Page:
Jason Reeves, curator of the University of
Tennessee Gardens, Jackson, offers these tips for caring for your indoor plants
and outdoor container plants and landscapes in January.
Don’t forget to water your succulents. Just because they like it on the dry side doesn’t mean they don’t need water. The lack of humidity in your home during the winter months can dry them out more than you think. Depending on the pot size and the soil-to-plant ratio, consider watering them every two to three weeks. You might want to set them in the sink for the process. If they are really dry, you may need to water them twice because the first time you water them it may run through.
Keep a check on tropical plants like elephant ears, bananas, cannas, ginger, agaves, and Boston and Kimberly Queen ferns that you may have stored in an enclosed garage, basement or crawl space under the house. Carefully check them for water. They don’t need to totally dry out, but they can easily be overwatered causing them to rot. Any rotting foliage should be removed to prevent further decay.
For some added color and fragrance during the bleak days of January and February, check out your local garden center for leftover paperwhite and amaryllis bulbs that are likely to be on sale now. Look for bulbs that are firm and have not sprouted. To keep your paperwhites from flopping over, add alcohol to the water. For details on this unusual cultural technique, check out this website from Cornell: http://blogs.cornell.edu/hort/2009/11/10/pickling-your-paperwhites/.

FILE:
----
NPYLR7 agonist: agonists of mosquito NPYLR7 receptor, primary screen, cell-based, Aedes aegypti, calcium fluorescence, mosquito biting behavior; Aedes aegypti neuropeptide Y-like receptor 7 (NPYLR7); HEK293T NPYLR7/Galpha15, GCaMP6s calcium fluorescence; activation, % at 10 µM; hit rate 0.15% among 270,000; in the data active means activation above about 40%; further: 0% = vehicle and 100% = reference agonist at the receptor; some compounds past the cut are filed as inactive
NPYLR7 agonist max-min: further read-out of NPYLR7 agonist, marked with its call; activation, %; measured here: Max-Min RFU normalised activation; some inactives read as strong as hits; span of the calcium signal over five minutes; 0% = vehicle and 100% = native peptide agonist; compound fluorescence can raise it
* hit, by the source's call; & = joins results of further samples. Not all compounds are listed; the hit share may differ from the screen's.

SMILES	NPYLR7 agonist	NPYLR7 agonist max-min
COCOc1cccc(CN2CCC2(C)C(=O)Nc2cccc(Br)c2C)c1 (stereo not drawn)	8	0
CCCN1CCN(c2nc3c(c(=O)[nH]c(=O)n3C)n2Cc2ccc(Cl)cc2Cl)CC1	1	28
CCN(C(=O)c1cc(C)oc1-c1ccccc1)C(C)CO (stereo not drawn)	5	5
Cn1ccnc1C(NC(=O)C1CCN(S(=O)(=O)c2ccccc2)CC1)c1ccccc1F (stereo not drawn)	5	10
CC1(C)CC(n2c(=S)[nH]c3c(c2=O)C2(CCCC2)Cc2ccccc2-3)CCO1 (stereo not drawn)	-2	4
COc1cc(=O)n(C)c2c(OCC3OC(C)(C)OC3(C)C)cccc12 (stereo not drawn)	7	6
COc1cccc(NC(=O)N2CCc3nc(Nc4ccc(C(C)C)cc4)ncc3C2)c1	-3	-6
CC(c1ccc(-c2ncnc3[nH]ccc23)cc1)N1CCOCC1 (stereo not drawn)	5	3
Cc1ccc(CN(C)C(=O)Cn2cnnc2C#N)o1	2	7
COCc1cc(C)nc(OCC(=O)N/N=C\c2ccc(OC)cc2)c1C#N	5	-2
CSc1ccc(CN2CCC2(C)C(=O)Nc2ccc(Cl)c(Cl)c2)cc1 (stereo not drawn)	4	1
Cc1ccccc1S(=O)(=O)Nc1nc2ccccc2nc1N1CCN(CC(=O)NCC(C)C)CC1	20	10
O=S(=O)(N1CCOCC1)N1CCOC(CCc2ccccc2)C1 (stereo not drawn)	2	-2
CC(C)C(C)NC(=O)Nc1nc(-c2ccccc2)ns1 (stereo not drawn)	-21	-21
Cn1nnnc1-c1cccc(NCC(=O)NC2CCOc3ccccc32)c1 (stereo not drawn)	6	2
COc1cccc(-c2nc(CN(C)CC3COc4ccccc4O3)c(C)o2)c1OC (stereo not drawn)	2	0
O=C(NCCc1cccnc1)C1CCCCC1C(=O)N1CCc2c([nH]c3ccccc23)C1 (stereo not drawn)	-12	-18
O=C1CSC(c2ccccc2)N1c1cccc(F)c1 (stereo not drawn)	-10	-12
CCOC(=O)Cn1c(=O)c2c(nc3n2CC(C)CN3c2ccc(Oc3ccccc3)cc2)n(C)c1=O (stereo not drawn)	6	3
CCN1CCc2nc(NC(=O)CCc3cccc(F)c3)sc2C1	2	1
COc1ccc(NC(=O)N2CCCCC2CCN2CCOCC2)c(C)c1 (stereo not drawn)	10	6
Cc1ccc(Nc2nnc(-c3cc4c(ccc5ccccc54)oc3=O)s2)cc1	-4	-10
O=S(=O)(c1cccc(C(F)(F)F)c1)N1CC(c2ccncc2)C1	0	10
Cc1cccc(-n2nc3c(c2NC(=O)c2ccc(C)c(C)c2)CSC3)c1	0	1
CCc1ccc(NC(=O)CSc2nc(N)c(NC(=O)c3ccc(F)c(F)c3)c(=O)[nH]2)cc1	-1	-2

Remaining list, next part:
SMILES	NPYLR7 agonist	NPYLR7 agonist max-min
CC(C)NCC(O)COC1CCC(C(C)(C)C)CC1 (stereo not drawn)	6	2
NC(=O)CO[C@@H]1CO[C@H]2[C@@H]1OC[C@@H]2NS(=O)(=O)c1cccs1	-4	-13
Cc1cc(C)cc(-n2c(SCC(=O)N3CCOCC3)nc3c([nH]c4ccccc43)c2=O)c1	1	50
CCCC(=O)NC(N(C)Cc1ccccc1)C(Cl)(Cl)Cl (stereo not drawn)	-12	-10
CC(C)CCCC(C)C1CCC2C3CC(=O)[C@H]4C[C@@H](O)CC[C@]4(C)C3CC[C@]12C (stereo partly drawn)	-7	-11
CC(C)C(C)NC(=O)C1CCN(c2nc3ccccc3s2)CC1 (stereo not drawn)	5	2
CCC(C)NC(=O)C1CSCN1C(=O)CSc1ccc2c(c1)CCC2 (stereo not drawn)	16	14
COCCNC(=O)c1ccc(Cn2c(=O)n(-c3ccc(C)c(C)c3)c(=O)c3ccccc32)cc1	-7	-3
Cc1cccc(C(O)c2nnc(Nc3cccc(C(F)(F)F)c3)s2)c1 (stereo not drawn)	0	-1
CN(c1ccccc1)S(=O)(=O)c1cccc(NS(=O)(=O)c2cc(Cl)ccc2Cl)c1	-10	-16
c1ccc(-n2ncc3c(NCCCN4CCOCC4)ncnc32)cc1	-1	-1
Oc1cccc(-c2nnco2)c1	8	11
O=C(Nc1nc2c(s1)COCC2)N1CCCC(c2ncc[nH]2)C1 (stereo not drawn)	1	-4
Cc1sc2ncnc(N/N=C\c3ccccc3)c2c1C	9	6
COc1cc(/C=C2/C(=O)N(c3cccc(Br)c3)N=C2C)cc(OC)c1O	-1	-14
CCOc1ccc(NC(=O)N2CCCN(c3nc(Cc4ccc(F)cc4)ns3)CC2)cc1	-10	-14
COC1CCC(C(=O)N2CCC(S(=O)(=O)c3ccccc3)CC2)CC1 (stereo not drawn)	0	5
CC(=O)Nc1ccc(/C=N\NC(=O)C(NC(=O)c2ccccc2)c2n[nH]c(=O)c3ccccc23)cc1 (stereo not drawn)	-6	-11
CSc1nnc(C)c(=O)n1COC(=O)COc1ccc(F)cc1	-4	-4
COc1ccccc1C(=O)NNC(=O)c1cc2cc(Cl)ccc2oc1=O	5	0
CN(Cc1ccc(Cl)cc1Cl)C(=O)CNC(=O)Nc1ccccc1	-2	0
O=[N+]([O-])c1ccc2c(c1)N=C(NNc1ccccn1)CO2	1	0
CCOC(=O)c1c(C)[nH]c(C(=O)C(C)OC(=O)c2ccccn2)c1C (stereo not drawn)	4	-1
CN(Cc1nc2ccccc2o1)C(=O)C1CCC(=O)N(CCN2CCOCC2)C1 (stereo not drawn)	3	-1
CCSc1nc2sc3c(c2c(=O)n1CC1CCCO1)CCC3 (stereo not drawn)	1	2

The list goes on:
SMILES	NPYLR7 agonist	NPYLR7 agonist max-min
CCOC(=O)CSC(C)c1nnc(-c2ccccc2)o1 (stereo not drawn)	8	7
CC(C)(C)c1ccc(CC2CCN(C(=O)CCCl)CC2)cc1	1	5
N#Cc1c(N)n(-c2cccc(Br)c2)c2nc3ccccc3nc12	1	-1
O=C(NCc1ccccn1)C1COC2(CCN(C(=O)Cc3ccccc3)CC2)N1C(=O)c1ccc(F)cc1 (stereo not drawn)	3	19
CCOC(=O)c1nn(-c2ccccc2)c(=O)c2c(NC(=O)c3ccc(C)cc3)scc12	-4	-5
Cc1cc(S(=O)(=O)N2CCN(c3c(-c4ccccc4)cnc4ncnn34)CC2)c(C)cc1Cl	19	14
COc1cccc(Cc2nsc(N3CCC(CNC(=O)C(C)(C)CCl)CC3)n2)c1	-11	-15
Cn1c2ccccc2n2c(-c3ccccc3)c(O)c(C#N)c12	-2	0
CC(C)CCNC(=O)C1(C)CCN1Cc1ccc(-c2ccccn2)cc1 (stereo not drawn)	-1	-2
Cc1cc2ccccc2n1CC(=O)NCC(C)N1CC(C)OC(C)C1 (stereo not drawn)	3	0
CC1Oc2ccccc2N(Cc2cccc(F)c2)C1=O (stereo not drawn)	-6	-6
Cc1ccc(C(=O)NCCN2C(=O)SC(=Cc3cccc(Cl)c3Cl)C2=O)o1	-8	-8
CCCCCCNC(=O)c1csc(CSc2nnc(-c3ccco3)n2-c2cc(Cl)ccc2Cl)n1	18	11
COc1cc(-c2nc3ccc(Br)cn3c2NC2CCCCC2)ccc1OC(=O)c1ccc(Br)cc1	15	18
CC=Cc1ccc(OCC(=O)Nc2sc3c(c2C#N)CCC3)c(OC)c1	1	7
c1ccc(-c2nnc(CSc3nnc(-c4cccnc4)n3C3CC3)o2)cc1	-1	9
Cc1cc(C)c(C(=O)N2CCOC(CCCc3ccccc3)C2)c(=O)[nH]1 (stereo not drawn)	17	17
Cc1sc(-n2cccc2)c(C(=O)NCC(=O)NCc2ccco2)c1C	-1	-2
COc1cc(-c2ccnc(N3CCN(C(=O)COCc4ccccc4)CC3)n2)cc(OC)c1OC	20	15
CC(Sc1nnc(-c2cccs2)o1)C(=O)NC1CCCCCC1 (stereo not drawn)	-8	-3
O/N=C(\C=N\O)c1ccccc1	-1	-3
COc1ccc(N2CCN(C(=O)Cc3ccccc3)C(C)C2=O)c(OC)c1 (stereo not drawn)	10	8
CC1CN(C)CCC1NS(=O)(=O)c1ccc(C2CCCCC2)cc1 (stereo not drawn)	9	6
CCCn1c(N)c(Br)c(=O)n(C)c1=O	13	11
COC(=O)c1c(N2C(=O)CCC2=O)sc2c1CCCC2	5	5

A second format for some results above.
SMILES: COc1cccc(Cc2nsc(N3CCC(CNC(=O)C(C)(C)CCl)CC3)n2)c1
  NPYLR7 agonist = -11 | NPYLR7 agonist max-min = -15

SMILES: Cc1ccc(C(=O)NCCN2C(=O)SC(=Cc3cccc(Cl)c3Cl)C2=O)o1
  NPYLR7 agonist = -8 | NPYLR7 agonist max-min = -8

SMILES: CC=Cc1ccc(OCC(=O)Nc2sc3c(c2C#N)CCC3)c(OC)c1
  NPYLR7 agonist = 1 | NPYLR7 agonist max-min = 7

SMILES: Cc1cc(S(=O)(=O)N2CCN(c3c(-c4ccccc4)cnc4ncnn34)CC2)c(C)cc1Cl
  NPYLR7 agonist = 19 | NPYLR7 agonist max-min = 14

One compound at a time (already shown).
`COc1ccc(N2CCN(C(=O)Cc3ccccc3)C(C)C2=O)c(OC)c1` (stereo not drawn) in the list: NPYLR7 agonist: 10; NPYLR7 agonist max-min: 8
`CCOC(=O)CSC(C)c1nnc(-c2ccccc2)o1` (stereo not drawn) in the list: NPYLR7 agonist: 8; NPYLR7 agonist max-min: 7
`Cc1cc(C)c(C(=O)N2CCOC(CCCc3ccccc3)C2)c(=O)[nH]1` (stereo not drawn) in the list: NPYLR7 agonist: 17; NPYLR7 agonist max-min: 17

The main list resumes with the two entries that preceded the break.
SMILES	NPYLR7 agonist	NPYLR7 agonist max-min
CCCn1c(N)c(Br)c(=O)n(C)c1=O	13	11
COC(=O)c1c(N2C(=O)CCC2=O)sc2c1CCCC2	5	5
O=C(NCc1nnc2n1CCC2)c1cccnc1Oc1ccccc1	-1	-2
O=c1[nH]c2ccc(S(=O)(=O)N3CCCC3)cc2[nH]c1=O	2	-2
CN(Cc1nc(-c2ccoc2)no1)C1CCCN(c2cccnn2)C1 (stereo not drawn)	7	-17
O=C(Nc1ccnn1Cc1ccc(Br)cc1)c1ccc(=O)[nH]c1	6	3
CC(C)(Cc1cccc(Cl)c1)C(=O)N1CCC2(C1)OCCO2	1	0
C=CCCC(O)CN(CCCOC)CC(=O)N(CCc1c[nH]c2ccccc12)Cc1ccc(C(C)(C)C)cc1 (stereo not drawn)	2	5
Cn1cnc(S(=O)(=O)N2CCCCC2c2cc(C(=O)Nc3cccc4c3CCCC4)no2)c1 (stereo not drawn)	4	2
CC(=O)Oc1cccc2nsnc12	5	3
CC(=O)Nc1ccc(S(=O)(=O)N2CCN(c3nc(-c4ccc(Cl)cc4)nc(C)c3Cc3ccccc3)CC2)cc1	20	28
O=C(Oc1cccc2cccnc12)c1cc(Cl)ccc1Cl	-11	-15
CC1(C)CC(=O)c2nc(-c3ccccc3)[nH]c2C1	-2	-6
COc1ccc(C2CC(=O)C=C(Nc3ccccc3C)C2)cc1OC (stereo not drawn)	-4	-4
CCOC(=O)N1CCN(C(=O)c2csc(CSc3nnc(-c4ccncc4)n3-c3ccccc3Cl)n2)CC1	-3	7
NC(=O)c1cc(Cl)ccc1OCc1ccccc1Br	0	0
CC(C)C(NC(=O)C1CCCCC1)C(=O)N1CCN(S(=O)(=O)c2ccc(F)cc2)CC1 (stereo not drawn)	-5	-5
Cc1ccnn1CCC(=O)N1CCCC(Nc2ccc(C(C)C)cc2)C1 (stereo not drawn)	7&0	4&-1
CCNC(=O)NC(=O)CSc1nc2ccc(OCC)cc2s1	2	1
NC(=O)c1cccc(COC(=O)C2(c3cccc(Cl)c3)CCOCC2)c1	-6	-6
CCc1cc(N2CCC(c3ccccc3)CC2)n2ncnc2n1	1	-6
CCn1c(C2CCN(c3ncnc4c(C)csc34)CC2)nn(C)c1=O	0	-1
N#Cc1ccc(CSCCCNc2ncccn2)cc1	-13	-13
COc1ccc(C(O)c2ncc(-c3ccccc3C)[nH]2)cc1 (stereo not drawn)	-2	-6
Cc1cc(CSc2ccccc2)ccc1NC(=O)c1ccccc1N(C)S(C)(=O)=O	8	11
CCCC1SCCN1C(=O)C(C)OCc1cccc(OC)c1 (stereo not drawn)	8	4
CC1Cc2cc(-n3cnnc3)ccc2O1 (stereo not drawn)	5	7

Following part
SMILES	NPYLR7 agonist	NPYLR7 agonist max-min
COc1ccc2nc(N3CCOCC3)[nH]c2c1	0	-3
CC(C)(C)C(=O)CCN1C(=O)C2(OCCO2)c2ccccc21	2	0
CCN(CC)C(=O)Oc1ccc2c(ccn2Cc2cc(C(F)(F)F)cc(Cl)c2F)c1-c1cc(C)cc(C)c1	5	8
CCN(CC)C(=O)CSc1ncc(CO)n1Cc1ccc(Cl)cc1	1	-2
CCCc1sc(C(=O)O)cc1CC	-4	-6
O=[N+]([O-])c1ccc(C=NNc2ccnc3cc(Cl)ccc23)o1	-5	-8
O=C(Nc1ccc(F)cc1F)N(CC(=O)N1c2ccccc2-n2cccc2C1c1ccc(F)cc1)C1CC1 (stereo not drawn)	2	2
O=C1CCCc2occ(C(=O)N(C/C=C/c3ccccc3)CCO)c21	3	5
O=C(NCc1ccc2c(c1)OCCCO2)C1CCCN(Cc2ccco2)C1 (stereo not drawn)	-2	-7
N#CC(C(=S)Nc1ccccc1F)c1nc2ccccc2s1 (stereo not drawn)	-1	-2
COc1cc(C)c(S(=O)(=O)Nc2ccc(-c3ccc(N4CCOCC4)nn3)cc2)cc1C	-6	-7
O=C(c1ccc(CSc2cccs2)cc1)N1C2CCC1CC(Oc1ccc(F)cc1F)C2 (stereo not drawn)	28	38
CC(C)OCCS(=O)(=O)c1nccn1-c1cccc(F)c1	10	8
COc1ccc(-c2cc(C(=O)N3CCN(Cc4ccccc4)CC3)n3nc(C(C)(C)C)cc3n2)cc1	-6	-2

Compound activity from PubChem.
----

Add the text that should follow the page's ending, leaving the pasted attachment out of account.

Once your Poinsettias begin to languish, often it is best to add them to the compost pile.
Keep a check on stored garden produce such as potatoes, turnips, winter squash, apples and pears for bad spots that may lead to decay. Remove them and use those with small blemishes right away. Be sure the remaining produce is spread out to allow for good airflow.
Study seed catalogs if the cold days of winter seem unrelenting, and dream of lush, warmer days.
Continue to keep the leaves off your lawn, especially on cool-season lawns, because they continue to photosynthesize during the winter. We have the tendency to let the seemingly ever-falling oak leaves build up during the cold days of winter. On a dry, warmish day you can mow both cool- and warm-season lawns to help groom the lawn and mulch the leaves. Avoid heavy traffic on cool-season lawns when it is cold enough for the grass to be frozen. Frozen grass is easily broken and the crown can also be severely damaged.
In the event of wet snow, brush it off evergreens as it accumulates, or as soon as possible after the storm. Use a broom in an upward, sweeping motion. Serious damage can be caused by heavy wet snow.
Avoid using salt to melt snow and ice from your walks and driveway, as it can be harmful to your plants. Several environmentally friendly products are available at home improvement stores.
As long as the ground is not frozen, you can continue to plant new trees and shrubs, just tuck them in with a 2- or 3-inch layer of mulch. Remember to keep the mulch away from the trunk. Pansies will benefit if you pinch off their withered and cold-damaged blooms.
Article and photo courtesy of extension.tennessee.edu